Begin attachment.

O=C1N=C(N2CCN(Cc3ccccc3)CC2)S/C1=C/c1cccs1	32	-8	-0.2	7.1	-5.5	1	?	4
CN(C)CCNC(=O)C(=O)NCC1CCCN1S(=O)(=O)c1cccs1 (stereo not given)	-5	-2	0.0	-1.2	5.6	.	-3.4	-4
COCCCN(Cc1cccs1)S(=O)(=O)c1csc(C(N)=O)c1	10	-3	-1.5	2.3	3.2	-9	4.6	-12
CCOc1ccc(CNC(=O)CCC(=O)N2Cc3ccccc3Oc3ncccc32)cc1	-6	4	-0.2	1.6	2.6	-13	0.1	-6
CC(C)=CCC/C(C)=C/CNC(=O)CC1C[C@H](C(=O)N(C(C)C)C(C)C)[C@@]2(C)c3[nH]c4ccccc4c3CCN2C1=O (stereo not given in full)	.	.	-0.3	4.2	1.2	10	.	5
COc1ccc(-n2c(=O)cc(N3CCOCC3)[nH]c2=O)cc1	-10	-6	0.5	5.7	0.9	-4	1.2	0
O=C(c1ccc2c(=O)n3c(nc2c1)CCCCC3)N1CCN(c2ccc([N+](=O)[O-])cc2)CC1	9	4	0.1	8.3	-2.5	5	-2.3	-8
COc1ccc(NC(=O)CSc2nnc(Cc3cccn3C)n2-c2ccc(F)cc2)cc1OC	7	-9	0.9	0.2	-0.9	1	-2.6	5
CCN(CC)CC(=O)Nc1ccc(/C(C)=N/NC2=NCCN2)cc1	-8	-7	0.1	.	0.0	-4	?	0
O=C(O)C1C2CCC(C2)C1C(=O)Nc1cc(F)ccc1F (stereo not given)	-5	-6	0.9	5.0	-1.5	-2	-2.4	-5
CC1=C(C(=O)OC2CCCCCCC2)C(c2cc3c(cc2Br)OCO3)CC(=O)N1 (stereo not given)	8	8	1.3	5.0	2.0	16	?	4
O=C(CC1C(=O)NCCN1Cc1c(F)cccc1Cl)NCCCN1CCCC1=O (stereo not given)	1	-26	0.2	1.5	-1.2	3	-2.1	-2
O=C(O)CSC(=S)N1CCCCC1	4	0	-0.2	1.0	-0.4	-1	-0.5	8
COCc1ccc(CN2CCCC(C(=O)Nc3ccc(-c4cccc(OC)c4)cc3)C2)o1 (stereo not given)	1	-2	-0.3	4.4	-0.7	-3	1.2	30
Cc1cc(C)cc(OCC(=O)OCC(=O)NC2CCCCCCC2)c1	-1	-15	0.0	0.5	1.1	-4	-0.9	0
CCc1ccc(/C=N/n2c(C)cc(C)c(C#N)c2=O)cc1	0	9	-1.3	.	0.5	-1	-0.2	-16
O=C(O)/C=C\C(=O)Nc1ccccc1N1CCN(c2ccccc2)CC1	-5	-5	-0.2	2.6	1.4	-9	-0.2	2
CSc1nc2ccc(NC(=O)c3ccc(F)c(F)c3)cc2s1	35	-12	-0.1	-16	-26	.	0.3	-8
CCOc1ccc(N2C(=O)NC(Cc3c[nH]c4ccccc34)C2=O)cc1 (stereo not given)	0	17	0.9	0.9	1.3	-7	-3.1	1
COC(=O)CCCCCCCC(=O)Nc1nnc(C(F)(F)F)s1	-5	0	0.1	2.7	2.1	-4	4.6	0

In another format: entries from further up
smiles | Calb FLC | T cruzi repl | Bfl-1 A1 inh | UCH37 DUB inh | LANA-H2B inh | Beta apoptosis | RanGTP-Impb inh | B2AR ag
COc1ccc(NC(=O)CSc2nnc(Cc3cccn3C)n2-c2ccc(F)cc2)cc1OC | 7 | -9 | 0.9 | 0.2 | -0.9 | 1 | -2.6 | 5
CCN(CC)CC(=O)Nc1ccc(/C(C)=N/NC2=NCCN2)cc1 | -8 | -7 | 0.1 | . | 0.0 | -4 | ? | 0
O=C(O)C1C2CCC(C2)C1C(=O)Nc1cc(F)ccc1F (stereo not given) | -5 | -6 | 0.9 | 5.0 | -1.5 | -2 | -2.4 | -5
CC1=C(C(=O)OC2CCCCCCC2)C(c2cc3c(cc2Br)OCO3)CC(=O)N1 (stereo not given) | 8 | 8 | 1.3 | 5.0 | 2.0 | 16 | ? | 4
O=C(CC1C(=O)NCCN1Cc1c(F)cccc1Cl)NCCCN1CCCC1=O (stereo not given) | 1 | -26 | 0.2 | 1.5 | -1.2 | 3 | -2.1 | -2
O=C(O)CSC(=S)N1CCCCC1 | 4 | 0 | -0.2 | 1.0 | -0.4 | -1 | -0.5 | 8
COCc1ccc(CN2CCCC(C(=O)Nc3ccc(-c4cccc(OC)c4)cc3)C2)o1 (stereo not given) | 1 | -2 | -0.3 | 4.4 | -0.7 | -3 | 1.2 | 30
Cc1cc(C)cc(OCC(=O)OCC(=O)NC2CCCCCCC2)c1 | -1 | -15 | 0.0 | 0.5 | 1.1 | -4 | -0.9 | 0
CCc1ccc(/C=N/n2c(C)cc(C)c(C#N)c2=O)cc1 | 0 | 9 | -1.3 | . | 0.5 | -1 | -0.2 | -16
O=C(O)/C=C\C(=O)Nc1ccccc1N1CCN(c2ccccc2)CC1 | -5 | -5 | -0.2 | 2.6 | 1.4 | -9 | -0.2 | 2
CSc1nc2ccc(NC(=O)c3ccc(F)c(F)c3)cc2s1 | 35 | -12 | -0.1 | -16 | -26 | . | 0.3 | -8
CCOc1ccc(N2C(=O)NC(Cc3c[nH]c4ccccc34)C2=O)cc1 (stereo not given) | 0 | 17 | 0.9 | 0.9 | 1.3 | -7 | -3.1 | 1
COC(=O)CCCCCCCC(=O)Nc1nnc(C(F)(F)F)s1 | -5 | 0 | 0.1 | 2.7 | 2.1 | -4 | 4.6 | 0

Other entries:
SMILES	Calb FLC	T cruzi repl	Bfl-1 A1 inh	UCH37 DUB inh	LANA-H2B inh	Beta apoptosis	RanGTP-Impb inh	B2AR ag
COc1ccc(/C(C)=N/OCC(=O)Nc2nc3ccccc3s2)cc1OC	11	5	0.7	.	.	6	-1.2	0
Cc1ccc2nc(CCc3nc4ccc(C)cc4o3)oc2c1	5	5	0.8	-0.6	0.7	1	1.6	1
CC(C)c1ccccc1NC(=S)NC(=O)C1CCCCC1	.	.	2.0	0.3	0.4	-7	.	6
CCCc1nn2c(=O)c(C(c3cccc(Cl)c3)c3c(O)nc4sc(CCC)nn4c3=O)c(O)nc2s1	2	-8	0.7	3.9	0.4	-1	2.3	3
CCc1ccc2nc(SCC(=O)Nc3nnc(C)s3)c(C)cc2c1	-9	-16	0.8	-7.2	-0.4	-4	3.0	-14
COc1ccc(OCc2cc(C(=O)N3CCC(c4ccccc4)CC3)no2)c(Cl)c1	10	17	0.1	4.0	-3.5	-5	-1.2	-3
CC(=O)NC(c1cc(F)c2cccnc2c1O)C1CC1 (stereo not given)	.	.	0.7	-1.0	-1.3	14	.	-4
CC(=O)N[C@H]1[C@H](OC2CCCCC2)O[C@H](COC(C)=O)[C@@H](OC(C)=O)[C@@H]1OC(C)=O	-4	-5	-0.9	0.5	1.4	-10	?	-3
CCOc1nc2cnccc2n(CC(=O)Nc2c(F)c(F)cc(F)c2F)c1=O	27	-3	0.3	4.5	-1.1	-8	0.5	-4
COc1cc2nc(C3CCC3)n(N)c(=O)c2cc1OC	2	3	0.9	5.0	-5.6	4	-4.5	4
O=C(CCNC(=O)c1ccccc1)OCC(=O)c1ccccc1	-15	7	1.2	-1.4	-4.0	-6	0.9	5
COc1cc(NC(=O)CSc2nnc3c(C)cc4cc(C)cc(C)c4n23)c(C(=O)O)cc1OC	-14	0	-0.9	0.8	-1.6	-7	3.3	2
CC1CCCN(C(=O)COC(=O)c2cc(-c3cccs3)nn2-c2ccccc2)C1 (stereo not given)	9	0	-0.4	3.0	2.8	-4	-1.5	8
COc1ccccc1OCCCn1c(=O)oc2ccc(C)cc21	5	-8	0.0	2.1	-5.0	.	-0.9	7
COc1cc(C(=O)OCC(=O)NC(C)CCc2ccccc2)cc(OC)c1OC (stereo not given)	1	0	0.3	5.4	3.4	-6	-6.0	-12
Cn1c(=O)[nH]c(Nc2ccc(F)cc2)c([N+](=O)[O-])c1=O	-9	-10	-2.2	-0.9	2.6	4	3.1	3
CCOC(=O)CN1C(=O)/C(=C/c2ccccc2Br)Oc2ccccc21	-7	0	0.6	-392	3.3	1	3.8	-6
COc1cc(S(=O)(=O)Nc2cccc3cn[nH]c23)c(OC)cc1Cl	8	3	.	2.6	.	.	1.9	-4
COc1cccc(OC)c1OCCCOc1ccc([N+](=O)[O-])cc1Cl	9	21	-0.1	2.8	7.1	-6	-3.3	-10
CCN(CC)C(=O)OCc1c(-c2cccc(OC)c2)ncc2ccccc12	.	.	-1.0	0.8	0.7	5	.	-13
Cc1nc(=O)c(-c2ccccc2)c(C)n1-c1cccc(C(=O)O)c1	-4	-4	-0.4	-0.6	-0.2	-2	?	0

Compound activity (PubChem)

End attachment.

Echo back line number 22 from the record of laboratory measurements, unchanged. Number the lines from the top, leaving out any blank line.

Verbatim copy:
smiles | Calb FLC | T cruzi repl | Bfl-1 A1 inh | UCH37 DUB inh | LANA-H2B inh | Beta apoptosis | RanGTP-Impb inh | B2AR ag